Berklee Blogs

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Tag: blended courses

blended courses

3 Important Lessons That Will Make You Appreciate the Course Creation Process

nico_blogThis post was written by Nicolas Mindreau, Senior Instructional Designer and Course Editor for the Instructional Design Team in the Digital Learning Department. Nicolas graduated in 2001 from Berklee with a degree in Music Production & Engineering. He is also a psychologist, and has worked in Bilingual Publishing in the Boston area.

It is easy to take for granted that we are always learning, especially when we think we are officially done with formal education. We get our degree and off we go, thinking: “I’m done with this studying business. Let’s do the real thing now.”

I’m a Berklee MP&E graduate and, as many others, I went to pursue some opportunities in the recording industry. After some very valuable experiences in the Big Apple, and for some circumstances that I couldn’t foresee, I found myself working at a publishing company as a bilingual editor—a job that I thought would last for a few months. It turned out to be a six-year gig.

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Blended Learning Student Experience

rachel's-blog
Online and blended courses are a new experience for a lot of students here at Berklee. Check out the following interview to gain perspective from a fellow student, Rachel Sumner. She took the blended classes Basic Keyboard Techniques I and II and shares her thoughts on the experience.

rachel's-profile-2Rachel Sumner is a 7th semester Professional Music major. She has worked for the PULSE Music Method as a workstudy for more than 2 years expanding the teacher training program and is currently interning in the Film Scoring department as music contractor for Berklee’s resident orchestra, the Scoring Sessions Program (SSP). Although flute is her principal instrument and composition is her concentrate in the Pro Music program, she is very active in the Boston bluegrass scene with her guitar and voice.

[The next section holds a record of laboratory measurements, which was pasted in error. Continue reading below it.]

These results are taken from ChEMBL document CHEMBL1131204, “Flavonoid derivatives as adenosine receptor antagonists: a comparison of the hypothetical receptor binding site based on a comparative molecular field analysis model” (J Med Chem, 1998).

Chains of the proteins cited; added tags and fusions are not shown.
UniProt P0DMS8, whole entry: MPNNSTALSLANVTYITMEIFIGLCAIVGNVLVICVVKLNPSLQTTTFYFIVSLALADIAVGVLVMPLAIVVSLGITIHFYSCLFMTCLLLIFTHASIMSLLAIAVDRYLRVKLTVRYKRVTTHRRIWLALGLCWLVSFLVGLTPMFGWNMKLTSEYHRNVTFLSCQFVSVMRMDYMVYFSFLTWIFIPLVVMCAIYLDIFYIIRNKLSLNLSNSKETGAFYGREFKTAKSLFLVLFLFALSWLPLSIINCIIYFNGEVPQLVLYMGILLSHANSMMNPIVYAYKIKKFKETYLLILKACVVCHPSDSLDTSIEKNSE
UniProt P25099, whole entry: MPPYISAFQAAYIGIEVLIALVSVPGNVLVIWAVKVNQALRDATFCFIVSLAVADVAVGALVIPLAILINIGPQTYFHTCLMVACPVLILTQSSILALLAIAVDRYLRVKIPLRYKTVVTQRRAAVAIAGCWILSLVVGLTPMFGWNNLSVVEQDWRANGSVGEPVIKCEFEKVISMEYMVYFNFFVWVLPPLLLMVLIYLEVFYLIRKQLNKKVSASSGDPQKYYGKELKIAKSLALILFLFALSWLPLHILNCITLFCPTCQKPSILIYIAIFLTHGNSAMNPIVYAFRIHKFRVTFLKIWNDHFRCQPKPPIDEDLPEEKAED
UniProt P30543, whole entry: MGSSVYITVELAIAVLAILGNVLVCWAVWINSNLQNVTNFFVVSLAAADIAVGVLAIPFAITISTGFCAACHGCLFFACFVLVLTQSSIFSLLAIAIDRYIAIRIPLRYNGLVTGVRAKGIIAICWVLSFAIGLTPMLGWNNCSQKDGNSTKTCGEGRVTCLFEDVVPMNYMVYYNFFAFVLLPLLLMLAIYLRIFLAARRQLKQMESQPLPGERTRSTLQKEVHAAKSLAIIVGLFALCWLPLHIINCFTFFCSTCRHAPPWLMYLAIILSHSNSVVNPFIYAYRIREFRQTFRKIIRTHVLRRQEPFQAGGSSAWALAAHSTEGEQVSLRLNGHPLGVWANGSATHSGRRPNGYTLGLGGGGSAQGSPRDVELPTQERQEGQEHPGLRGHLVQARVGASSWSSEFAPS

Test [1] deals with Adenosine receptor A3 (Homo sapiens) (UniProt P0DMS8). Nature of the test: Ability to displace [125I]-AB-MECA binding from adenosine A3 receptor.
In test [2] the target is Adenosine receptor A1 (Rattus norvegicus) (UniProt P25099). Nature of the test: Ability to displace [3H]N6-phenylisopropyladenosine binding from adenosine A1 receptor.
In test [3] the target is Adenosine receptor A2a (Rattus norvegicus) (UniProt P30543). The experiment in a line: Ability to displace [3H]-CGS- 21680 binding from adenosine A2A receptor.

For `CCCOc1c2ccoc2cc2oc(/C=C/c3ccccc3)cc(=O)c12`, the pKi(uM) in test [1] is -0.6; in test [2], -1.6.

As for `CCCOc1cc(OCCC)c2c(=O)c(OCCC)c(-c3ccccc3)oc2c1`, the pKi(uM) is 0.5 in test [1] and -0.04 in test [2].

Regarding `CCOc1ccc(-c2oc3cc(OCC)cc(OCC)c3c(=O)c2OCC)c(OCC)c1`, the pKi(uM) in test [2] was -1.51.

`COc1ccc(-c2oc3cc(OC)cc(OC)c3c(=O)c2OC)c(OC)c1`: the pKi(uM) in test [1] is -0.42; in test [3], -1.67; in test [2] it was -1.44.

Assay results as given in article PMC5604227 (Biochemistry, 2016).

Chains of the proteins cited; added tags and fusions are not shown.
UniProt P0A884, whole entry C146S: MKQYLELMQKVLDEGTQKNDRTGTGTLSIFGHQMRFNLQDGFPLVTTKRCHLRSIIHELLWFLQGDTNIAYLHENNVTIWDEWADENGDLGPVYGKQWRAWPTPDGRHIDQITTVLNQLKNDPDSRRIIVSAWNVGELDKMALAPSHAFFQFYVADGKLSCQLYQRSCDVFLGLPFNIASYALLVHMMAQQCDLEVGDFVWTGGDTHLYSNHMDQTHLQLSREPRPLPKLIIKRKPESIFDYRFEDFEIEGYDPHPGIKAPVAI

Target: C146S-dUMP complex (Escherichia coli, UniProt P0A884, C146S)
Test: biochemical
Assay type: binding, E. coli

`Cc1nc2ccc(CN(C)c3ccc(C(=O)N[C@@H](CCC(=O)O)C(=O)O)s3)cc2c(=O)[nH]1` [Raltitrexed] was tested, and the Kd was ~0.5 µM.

Digital Learning Department (DLD): How would you explain a blended course to someone?

Rachel Sumner (RS): A blended course is made of two parts. One part is physically being in class and the other part is going at your own speed, online and learning on your own. The online portion is all of your homework and all of the materials you don’t get in class. These are the things that you need to take a little more time with and go over. In the Keyboarding class I took, these materials included keyboard technique and learning the proper fingerings for scales. It was really efficient because the teacher didn’t have to teach each individual person. You could watch a video of someone doing the techniques and then practice it on your own.

DLD: What course did you take and when did you take it?

RS: I took ISKB 211 and 212, Basic Keyboard Techniques for non-piano majors. I took them Spring 2012 and Fall 2012, respectively.

DLD: How did you learn differently in this blended course as opposed to one in the classroom?

RS: There wasn’t too much of a difference. It was mostly the time-frame that was different. The teaching was still the same quality that you would get from one that was all in-class time. Each week you had to record yourself and listen to it before sending it to the teacher. It allowed you to make your own mistakes and discover them, which was really excellent. I think that is one of the best things you can do when it comes to learning music.

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Online/Blended Course Development: What’s the Process?

colorful_pattern_backgroundThe following post was written by Susan Gedutis Lindsay, Associate Director for Instructional Design in the Department of Digital Learning.

When you have an idea for an online or blended course to be offered to on-campus students on Inside Berklee Courses, the first step is to propose your idea to the Curriculum Committee. The course goes through a two-part approval process. First, the Curriculum Committee gives it preliminary approval. Then, you will be enrolled in a short online course, “Introduction to Online Learning.” This course, written by a group of Berklee faculty through a Faculty Learning Community, will walk you through all the details of writing an online course.

It also gives you a chance to experience what it’s like to take an online course. You’ll watch videos, post in discussion forums, take various types of quizzes, learn from graphics, and get a preview of the kinds of media development that will be available to you in putting your course together. By the end of it, you will have completed a course overview, course outline, and a sample lesson.

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